Death, Too Close An Acquaintance

A week ago today I had an automobile accident, which happened in a split second of distraction and peculiar circumstances. Since that event, I have found myself considering the events of Life and the attendant minister of Fate, Death. In the case of my accident, it was not really so bad, just a couple of banged-up cars and my air bag went off, but it shakes you up to go from normal to crisis in an instant. It reminds you that you never really know when it is your time, and it makes you sensitive to the loss of others.

This brings me to the topic. In my PMP cancer support group, two more of our members passed away this week, after long and difficult fights. We know a lot more about PMP and other rare cancers than we did just a year ago, but even so it is sometimes not enough, not in time, and all we can do is pray for solace for the families. In my office, one of my employees had a death in the family from a car accident, and another employee’s mother had a heart attack last night. Out of nowhere comes the grief.

The news is full of similar stories. A child drowns in a swimming pool because a mother gets distracted for a couple minutes. A deputy constable writing a ticket gets hit by a man driving an SUV while talking on his cell phone and he never sees him. Sometimes we know the ones who leave; Lois Maxwell, “Miss Moneypenny” in so many of the James Bond movies, dies Sunday in London. Marcel Marceau, perhaps the most famous mime of all time, died Saturday in Paris. Dr. James Keegan, who founded the “End Hunger Network” in Houston, also died recently. But the roll call, even for a single day, is long with people who died too soon or too suddenly, or whose loved ones wish they still had them home with them.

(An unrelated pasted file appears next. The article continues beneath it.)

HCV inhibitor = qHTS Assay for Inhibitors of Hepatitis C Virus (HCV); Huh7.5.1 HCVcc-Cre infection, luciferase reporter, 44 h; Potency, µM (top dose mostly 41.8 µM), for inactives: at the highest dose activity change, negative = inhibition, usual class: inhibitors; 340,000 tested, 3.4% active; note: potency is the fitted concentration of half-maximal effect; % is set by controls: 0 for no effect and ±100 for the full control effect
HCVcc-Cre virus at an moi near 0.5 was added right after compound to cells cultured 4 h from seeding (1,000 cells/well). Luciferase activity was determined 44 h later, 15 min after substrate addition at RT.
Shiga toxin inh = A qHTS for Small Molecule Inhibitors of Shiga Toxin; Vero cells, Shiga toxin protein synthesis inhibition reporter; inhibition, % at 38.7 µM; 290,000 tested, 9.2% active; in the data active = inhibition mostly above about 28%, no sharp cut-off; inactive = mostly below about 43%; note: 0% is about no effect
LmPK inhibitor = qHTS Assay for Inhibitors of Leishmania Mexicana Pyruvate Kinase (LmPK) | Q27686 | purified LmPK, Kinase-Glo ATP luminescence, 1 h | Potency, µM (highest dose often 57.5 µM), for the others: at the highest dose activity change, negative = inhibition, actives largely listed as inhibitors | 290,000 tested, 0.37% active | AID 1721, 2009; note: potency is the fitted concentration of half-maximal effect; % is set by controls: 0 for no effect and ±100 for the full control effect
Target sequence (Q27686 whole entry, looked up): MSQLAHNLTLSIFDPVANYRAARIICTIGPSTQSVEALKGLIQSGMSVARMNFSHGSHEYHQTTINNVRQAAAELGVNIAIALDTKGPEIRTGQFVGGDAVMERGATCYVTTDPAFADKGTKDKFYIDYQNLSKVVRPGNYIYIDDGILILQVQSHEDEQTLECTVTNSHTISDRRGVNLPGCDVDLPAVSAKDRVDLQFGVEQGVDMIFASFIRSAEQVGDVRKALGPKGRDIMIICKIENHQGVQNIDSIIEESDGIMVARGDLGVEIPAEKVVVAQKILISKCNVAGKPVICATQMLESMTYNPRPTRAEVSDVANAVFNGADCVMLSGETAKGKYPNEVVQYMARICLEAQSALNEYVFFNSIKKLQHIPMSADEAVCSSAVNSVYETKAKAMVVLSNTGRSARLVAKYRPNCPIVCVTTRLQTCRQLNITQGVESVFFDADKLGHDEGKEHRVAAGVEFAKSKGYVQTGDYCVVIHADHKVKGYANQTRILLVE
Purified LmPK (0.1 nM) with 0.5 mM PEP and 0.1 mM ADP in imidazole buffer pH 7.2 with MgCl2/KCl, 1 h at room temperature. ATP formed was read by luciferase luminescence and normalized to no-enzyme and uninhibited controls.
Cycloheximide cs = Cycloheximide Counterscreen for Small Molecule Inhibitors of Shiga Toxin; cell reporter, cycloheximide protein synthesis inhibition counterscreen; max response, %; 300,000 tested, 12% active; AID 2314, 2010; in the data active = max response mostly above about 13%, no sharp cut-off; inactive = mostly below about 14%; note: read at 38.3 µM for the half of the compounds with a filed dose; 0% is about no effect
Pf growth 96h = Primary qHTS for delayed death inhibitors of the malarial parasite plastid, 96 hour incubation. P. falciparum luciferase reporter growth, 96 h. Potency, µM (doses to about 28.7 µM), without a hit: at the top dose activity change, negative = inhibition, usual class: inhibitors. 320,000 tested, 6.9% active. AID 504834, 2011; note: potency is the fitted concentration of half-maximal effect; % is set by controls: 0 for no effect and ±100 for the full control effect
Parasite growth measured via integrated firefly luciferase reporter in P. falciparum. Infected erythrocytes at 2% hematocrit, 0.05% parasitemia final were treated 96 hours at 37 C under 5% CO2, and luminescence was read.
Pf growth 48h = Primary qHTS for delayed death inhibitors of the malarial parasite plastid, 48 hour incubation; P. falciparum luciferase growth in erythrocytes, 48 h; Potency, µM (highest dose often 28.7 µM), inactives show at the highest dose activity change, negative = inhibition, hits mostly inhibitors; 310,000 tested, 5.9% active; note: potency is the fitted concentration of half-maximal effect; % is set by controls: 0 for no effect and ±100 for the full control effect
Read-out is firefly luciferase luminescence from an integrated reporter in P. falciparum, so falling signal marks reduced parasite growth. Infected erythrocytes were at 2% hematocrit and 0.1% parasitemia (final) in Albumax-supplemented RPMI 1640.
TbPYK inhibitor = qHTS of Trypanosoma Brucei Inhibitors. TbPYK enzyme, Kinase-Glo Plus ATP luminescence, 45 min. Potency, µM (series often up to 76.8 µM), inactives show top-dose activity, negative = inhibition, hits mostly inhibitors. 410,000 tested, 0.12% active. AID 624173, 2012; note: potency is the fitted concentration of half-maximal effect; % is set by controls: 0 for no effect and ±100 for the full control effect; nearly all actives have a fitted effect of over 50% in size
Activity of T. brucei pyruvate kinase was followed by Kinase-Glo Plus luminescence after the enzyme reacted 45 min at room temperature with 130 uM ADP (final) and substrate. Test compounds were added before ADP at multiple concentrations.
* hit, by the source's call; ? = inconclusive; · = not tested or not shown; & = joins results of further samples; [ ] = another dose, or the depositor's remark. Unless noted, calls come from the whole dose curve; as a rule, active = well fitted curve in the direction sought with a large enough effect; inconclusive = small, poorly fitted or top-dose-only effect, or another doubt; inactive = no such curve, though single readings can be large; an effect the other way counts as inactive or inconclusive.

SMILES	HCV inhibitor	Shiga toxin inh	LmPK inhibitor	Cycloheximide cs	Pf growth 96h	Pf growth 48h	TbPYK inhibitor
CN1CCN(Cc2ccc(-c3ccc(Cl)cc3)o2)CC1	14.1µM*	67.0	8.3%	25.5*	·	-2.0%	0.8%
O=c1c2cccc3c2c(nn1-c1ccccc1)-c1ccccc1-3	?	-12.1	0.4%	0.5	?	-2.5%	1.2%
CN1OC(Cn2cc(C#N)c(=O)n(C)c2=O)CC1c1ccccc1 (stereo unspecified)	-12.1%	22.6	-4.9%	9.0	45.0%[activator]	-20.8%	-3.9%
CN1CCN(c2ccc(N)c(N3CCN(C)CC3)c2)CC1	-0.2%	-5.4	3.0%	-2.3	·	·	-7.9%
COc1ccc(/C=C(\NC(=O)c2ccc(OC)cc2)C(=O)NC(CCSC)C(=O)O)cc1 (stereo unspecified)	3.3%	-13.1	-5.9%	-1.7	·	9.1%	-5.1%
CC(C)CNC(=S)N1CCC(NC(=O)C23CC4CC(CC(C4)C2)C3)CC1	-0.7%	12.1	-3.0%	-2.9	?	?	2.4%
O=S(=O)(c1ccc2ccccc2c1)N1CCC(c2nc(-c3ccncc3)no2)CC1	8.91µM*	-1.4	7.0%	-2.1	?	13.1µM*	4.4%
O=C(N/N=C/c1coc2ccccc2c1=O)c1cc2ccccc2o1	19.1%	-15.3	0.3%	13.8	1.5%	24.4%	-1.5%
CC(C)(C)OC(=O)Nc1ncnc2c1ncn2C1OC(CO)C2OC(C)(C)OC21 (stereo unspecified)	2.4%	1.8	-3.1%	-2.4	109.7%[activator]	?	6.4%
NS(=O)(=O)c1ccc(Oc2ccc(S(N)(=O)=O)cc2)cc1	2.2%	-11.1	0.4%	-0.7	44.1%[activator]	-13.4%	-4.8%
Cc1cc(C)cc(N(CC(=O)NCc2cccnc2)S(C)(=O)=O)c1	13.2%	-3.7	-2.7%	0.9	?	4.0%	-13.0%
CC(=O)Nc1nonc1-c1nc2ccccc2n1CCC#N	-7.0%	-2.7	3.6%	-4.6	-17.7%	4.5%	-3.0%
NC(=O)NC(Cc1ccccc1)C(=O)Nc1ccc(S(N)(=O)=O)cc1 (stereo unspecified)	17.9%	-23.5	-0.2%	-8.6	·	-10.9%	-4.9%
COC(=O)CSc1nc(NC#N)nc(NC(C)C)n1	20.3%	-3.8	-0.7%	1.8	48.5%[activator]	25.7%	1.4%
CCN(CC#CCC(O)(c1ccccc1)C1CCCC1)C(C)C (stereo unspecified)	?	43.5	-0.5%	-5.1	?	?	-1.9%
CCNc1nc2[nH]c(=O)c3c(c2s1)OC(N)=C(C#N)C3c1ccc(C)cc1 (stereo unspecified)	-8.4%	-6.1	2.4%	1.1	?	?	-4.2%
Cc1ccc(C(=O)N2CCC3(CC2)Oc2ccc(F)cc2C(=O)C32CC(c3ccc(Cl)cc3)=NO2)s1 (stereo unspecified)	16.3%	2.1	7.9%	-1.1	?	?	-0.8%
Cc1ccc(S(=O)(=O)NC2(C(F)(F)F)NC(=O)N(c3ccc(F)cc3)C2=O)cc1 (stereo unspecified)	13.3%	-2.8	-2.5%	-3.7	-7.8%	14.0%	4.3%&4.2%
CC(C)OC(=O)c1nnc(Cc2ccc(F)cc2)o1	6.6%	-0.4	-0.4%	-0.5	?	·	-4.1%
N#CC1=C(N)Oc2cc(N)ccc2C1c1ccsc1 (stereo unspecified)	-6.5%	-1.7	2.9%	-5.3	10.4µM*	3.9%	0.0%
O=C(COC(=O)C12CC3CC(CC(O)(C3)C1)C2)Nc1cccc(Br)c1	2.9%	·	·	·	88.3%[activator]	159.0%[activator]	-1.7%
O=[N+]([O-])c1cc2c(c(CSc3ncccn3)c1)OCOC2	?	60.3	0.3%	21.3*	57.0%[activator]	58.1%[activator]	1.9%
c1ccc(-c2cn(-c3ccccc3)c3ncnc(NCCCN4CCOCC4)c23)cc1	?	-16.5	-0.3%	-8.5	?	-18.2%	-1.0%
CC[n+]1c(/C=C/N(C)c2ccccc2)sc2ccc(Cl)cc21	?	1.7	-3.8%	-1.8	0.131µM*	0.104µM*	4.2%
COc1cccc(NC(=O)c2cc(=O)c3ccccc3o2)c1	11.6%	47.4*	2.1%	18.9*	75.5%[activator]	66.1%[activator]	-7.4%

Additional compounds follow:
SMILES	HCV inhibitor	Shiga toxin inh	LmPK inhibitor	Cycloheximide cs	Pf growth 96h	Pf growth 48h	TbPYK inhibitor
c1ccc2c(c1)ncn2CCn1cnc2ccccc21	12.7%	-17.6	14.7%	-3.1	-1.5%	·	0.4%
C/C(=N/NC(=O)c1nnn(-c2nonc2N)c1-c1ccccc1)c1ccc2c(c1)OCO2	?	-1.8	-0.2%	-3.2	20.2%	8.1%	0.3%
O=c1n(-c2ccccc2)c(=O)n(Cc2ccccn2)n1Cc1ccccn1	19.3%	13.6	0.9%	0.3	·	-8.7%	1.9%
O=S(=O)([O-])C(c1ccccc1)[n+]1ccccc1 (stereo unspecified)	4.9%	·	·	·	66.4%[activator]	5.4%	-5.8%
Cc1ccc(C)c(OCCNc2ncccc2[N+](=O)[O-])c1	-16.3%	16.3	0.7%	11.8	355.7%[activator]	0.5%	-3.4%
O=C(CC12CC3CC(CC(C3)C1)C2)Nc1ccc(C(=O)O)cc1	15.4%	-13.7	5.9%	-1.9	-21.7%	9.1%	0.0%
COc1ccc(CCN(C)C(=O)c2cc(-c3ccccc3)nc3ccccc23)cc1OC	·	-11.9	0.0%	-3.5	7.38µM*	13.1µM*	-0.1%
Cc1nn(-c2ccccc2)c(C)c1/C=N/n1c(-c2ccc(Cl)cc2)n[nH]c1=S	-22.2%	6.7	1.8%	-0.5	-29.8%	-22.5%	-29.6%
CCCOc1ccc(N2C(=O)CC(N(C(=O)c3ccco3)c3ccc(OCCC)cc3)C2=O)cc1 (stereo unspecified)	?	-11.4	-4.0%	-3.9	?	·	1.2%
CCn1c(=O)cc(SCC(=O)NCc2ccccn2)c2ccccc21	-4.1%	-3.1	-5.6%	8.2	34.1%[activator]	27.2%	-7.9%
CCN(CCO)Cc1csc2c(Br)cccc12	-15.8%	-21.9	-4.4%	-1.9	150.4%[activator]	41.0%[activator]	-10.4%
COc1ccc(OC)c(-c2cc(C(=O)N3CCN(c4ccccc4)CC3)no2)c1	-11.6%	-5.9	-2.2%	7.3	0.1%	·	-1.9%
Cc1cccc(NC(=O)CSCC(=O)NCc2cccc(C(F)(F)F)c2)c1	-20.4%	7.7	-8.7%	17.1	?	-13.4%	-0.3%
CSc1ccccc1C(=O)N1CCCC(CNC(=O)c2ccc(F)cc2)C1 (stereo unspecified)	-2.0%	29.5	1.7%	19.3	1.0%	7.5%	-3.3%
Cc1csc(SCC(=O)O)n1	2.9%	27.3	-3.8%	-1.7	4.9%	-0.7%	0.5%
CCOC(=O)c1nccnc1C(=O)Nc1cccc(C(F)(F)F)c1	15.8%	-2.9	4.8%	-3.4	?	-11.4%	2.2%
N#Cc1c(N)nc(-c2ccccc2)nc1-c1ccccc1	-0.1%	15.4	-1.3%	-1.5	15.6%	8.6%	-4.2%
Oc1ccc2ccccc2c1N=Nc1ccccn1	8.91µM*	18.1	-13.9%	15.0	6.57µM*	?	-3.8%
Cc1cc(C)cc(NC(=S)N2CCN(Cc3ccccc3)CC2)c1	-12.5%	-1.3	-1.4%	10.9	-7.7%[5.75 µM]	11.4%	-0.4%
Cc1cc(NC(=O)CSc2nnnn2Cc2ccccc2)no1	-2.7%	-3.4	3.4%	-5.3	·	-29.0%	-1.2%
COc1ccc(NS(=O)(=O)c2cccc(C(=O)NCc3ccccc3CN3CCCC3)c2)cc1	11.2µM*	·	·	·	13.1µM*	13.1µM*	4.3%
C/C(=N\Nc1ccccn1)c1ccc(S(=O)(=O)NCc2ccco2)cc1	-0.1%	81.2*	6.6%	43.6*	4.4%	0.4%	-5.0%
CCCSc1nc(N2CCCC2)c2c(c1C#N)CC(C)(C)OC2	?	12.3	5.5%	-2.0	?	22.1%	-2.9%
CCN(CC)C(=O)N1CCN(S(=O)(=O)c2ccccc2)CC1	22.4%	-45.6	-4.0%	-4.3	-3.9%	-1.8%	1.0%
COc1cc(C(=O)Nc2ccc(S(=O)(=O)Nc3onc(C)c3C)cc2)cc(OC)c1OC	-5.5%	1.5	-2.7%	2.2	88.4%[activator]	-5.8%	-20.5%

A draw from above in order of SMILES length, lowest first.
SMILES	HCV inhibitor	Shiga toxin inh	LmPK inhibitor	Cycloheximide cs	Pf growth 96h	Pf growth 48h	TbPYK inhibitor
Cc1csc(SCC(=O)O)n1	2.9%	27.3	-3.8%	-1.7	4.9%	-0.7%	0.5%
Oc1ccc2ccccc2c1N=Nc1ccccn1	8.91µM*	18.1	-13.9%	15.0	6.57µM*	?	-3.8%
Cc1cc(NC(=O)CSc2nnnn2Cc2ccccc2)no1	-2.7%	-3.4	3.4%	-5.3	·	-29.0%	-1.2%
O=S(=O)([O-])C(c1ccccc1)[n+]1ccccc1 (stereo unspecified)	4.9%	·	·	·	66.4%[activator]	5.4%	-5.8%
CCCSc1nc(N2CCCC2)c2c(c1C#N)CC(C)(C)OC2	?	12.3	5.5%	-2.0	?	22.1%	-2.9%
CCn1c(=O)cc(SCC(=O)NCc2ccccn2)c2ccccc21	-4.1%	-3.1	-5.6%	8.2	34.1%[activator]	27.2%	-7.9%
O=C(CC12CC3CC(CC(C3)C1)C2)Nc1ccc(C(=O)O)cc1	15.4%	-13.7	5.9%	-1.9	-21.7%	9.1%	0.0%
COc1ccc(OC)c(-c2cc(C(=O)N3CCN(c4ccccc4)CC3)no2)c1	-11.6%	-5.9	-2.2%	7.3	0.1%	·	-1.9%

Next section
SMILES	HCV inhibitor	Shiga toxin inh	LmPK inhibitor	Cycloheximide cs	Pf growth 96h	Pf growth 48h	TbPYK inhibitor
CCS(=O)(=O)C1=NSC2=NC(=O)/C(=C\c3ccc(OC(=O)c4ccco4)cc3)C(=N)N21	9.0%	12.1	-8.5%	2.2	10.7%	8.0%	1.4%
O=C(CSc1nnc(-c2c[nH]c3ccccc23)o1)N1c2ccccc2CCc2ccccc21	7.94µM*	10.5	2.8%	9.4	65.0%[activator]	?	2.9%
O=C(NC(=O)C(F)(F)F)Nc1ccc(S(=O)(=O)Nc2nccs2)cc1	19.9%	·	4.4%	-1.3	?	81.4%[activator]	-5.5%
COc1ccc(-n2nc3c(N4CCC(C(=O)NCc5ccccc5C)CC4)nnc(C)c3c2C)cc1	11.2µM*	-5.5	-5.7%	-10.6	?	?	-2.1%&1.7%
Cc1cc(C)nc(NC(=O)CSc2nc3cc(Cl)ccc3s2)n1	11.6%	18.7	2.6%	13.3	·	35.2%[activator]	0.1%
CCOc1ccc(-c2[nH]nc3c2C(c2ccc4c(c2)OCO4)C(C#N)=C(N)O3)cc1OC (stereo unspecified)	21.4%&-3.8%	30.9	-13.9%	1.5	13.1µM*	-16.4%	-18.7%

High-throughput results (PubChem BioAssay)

I guess there’s no profound point to this article, except maybe this one thing. Lately, I have seen a lot of anger and resentment, some very nasty sentiments and words used to convey disrespect and antipathy. I am by no means innocent of that conduct myself, and for that I apologize. I wonder, how many of us would choose such sharp words to throw at someone, if we somehow knew they would leave us soon and suddenly? Sure, in most cases we can say what we please and that person will be back tomorrow for more of the same and to give back as they get. But not always, and I wonder if we consider how little we really know, about what is to come, and those things which we really do not control at all.

Just something to think about, is all.

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